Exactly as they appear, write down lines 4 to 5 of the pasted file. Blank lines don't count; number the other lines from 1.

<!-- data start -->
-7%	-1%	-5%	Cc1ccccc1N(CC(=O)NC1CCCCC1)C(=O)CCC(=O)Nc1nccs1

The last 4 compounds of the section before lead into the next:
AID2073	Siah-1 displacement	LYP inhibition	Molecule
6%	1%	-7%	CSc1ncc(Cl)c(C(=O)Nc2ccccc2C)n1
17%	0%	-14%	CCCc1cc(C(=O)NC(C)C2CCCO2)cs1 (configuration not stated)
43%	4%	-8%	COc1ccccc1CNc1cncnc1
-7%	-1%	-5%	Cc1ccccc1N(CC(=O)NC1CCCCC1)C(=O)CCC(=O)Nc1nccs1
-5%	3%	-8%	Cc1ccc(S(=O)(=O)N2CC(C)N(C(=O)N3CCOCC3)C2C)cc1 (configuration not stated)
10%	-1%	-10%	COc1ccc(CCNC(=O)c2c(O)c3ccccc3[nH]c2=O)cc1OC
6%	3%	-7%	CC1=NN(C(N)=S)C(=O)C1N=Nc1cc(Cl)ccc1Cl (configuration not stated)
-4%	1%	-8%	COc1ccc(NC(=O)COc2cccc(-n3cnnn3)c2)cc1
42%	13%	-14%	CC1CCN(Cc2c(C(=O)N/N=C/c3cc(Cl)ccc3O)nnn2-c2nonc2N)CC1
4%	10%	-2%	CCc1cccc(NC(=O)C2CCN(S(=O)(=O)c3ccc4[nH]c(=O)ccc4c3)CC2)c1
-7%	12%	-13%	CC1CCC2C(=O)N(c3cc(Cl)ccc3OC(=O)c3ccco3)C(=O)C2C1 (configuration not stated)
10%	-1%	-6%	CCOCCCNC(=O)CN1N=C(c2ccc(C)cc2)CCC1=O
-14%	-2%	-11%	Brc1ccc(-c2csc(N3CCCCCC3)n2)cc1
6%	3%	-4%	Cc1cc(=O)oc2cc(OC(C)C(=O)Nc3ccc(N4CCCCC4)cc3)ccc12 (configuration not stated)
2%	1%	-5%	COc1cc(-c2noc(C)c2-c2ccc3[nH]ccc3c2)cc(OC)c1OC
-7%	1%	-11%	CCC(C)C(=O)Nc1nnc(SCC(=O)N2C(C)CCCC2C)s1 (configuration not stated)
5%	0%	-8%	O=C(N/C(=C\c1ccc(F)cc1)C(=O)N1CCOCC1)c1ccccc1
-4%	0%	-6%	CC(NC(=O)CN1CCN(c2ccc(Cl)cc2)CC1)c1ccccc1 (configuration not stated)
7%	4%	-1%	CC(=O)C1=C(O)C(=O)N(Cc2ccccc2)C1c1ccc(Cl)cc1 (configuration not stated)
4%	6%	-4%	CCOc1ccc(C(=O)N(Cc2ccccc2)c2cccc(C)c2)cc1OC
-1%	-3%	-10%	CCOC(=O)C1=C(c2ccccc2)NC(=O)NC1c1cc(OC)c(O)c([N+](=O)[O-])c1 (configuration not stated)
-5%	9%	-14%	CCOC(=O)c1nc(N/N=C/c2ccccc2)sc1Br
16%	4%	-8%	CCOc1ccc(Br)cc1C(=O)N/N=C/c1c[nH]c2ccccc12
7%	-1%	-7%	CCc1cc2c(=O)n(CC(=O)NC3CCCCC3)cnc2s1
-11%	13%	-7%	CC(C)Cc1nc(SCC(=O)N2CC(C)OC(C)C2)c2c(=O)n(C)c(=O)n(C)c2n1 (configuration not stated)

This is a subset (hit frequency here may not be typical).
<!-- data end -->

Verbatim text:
6%	1%	-7%	CSc1ncc(Cl)c(C(=O)Nc2ccccc2C)n1
17%	0%	-14%	CCCc1cc(C(=O)NC(C)C2CCCO2)cs1 (configuration not stated)